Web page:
Wednesday, March 09, 2005

Colleges and Neighborhoods

One of the great success stories in Philly has been the work of the University of Pennsylvania in revitalizing its West Philly neighborhood. I was fortunate enough to have been there to see the changes firsthand, as Penn began to engage its surroundings and to utilize its wealth and power. It's not just restaurants and stores that have come, but also a Penn-funded elementary school and a committment to help employees buy houses in the neighborhood. Crime has gone down, tensions between the school and the neighborhood have lessened, and West Philly has become an even greater, more diverse, more energized place to live and hang out.

Along those lines, it is great to see the creation of the Philadelphia Higher Education Network for Neighborhood Redevelopment (PHENND), a name only academics would think up. All of the major universities and colleges of the area have come together to develop plans to better the communities that they reside in. It is a long overdue idea, one that will help tear down the ivory tower image of schools. I, for one, cannot wait to see what sorts of projects and ideas come about from this consortium, and look for this to be an impetus and source for all of us thinking about Philly. Oh, and consortium is a dope word, for the record.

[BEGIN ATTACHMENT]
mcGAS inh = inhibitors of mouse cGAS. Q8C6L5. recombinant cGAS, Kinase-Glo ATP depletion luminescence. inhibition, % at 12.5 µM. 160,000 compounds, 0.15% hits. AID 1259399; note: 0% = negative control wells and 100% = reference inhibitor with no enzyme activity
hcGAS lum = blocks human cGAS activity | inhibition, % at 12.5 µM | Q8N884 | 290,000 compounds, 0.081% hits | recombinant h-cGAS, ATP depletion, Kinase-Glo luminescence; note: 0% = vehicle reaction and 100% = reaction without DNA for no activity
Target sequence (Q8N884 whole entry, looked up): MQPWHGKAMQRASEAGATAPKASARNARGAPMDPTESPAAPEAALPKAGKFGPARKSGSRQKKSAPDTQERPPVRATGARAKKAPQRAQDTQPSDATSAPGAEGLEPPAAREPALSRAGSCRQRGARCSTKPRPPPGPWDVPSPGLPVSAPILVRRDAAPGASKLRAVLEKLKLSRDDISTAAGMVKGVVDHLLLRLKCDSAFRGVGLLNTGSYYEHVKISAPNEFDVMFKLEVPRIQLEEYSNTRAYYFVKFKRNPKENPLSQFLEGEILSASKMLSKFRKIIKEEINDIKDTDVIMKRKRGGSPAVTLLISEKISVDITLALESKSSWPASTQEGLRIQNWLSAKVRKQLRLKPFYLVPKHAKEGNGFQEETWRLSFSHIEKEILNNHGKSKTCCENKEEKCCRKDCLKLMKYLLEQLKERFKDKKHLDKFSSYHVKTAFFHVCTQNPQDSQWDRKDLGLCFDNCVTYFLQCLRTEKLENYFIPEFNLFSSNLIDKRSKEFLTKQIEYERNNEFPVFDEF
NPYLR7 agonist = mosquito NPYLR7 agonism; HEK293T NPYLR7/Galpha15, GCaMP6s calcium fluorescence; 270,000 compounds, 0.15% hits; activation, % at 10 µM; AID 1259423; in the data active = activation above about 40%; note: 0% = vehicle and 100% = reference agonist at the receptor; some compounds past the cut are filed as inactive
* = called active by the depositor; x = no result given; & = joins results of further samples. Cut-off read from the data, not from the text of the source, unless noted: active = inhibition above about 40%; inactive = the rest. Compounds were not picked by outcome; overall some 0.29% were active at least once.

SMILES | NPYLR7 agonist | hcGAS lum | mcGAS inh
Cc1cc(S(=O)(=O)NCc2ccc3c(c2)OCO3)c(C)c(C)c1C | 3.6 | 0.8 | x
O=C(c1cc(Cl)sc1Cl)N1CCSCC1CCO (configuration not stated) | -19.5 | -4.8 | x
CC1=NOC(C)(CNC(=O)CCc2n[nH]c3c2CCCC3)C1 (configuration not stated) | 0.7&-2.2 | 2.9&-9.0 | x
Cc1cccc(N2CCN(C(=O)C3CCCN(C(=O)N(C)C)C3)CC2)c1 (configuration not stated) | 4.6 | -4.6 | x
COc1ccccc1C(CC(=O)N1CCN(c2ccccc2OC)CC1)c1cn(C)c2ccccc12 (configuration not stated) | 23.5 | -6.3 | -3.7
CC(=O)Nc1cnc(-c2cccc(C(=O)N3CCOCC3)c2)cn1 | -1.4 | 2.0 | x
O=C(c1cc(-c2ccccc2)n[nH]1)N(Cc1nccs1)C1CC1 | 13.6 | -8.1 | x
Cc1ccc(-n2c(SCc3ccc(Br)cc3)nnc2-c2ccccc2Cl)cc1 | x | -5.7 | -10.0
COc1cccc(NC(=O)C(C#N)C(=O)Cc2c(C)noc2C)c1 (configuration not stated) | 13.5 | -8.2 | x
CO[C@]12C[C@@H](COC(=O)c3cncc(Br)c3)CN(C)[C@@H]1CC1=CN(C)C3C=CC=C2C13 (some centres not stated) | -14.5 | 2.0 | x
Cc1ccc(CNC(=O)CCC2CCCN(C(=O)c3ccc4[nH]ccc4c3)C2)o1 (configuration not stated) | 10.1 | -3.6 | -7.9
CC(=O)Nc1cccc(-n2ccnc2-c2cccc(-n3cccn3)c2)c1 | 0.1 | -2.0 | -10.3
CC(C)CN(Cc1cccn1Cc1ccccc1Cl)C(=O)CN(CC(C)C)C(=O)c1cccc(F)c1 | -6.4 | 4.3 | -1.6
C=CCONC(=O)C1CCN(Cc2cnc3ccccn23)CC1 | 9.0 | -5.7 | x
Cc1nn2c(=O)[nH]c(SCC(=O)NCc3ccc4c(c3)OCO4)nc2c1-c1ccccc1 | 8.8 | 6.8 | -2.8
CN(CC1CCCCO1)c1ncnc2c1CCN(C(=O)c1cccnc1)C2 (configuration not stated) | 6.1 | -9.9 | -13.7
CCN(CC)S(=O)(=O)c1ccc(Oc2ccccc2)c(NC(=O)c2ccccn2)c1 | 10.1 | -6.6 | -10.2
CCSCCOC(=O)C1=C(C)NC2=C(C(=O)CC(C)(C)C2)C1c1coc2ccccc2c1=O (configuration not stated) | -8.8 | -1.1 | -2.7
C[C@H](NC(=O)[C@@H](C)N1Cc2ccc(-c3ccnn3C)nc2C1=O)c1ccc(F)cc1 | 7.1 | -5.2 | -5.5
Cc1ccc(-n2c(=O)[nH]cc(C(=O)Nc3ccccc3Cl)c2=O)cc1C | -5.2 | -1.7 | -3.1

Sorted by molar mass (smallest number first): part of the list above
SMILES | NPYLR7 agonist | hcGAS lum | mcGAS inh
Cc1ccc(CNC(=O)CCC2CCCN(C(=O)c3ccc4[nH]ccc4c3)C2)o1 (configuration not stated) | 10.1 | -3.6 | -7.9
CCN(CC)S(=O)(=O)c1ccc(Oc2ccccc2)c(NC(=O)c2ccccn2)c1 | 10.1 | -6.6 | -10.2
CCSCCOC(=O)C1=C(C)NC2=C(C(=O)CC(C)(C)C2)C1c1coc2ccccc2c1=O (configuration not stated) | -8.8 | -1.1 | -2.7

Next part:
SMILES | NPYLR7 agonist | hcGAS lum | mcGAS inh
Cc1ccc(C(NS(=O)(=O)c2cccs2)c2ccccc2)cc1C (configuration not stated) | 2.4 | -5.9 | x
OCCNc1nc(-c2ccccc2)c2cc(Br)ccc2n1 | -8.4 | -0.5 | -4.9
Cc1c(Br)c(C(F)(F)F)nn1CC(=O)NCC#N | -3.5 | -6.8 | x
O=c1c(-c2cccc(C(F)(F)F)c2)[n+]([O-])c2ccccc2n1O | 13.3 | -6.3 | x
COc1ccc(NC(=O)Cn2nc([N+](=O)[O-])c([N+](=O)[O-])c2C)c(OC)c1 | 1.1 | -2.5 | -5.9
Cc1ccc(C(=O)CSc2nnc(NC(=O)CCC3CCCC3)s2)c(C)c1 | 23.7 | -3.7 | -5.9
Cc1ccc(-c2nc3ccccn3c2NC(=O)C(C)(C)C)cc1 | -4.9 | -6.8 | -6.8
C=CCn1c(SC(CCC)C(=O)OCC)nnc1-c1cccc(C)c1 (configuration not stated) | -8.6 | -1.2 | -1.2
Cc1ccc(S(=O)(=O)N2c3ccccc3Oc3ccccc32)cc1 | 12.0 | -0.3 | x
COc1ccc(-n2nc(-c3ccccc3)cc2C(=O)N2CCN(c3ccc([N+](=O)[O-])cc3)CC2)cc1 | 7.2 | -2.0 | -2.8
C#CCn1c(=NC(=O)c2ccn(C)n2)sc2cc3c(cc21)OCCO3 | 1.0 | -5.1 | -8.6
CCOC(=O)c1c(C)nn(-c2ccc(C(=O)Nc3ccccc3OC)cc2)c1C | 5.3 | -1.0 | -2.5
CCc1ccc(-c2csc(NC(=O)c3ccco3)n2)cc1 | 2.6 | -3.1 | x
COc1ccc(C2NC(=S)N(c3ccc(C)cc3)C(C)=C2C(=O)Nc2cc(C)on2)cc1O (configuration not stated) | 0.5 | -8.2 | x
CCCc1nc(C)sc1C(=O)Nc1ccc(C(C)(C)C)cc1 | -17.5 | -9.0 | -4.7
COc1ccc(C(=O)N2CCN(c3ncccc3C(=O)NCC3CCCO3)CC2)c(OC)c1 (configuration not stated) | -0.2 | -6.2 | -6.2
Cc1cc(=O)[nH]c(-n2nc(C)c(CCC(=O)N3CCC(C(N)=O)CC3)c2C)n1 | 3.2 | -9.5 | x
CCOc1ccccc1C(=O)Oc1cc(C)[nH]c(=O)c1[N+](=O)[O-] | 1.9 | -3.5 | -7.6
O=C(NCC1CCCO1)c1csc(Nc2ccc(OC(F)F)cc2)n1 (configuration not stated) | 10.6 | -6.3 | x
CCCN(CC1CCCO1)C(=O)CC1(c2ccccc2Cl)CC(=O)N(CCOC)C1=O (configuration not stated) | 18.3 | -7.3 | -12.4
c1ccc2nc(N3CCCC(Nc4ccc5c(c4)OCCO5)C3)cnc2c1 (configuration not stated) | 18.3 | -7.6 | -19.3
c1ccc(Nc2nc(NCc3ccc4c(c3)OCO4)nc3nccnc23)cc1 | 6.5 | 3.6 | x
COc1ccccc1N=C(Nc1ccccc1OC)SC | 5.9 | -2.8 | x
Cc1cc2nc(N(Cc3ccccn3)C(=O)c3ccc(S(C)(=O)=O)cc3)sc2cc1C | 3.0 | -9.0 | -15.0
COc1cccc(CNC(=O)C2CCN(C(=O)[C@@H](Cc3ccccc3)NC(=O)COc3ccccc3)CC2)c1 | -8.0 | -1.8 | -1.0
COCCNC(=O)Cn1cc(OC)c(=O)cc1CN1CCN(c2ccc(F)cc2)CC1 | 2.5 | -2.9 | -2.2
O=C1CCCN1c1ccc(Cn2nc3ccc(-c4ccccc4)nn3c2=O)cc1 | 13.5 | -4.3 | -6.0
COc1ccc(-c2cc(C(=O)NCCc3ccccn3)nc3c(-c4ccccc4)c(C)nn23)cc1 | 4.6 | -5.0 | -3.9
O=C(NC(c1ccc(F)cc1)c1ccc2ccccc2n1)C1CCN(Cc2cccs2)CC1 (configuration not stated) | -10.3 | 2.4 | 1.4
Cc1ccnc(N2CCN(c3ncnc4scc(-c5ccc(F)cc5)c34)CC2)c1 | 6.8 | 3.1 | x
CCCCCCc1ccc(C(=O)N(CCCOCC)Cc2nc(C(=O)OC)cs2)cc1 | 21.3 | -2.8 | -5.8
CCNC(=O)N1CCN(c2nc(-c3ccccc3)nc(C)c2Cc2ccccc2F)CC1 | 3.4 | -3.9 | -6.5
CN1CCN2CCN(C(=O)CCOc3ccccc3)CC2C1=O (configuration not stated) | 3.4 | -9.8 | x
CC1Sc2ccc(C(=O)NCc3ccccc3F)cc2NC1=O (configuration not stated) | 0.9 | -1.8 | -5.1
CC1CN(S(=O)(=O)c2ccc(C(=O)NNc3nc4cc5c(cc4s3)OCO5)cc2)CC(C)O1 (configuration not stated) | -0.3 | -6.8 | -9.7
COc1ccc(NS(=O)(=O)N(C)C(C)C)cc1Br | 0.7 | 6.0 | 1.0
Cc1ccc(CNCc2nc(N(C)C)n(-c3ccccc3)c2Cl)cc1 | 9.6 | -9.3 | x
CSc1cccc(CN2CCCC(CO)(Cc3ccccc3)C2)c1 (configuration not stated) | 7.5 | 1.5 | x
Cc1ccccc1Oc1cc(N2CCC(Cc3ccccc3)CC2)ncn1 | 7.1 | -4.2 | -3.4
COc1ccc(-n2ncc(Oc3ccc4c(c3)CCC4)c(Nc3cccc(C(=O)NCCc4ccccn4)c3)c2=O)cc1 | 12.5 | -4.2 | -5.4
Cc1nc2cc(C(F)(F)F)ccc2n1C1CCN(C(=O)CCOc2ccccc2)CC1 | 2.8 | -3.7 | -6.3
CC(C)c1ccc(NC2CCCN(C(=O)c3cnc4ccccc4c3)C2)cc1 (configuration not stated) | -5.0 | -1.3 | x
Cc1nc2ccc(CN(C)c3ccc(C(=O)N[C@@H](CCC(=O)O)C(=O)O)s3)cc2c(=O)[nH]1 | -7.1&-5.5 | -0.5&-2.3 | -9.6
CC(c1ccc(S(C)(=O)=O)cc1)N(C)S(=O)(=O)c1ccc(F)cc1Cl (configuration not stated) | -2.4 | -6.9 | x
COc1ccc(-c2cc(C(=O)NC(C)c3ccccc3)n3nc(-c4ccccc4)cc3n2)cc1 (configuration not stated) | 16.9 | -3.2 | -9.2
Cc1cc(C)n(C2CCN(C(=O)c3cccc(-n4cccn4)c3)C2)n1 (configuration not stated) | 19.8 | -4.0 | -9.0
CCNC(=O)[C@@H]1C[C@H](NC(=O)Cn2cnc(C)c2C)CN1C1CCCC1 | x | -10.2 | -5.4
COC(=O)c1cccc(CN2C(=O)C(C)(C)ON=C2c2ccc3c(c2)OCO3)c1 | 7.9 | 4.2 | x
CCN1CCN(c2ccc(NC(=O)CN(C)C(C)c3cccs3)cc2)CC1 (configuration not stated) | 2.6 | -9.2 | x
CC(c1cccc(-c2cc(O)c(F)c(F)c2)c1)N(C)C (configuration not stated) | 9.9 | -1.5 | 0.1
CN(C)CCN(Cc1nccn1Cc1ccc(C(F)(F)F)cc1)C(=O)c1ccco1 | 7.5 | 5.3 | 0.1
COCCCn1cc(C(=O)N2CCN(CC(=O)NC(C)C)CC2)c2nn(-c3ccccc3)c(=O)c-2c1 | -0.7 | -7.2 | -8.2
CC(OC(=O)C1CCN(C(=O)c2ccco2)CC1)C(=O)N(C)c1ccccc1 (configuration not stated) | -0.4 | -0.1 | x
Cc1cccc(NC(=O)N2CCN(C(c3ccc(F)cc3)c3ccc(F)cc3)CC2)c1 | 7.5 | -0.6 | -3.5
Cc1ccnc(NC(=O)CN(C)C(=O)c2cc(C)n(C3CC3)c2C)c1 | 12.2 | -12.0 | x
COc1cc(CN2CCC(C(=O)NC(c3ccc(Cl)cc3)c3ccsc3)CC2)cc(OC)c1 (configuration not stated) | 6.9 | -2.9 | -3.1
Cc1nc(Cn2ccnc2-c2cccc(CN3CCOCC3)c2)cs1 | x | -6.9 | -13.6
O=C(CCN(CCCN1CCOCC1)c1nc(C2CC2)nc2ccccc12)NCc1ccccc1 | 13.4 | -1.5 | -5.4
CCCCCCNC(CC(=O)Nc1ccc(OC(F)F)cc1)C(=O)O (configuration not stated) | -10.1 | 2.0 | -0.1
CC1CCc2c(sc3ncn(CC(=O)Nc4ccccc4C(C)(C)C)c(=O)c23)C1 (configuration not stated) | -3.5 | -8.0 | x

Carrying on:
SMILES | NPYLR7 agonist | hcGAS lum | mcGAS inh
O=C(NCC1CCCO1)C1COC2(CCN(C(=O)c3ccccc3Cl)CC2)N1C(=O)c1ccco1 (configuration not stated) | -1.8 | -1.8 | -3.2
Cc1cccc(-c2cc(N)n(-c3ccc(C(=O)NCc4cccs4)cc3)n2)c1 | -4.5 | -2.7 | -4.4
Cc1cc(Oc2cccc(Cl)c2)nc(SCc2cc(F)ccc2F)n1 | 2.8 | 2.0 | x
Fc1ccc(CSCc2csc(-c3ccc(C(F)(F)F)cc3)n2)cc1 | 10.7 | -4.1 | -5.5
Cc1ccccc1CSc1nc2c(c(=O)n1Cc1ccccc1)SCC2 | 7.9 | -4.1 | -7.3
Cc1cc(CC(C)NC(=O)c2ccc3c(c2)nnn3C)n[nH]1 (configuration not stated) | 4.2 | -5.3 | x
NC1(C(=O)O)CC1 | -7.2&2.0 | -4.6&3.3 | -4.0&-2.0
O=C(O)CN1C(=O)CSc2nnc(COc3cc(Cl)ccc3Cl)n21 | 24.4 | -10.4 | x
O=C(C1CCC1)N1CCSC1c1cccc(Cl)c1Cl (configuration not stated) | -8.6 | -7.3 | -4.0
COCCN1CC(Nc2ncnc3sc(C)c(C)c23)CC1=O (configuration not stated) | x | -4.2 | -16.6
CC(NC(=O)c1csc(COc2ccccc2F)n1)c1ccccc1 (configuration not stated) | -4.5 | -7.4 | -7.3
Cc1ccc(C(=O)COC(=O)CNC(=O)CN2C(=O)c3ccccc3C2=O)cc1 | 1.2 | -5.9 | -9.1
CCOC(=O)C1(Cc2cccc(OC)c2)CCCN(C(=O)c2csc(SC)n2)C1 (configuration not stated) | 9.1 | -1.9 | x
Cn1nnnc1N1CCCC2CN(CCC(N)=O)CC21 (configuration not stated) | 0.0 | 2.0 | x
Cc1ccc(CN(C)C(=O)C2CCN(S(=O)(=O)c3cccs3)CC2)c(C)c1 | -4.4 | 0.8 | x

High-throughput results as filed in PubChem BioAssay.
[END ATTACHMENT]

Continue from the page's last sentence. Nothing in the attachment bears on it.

Temple University seems to be taking the lessons of Penn, as they have begun major investments into their North Philly neighborhood. Construction has begun all over campus, $400 million worth in the next five years. Likewise, news that the Tenple University Hospital headquarters would be moving into a two abandoned former factories in the Hunting Park section of North Philly should excite everyone. This is a major committment, and best of all, it will bring new life to two amazing old buildings that have been dark for too long.

Thanks to Philadelphia: America's Hometown for these items, as his blog is one of the best going. He has every issue and important news story about our city on lock. Check him out, but please don't forget about my inferior blog.

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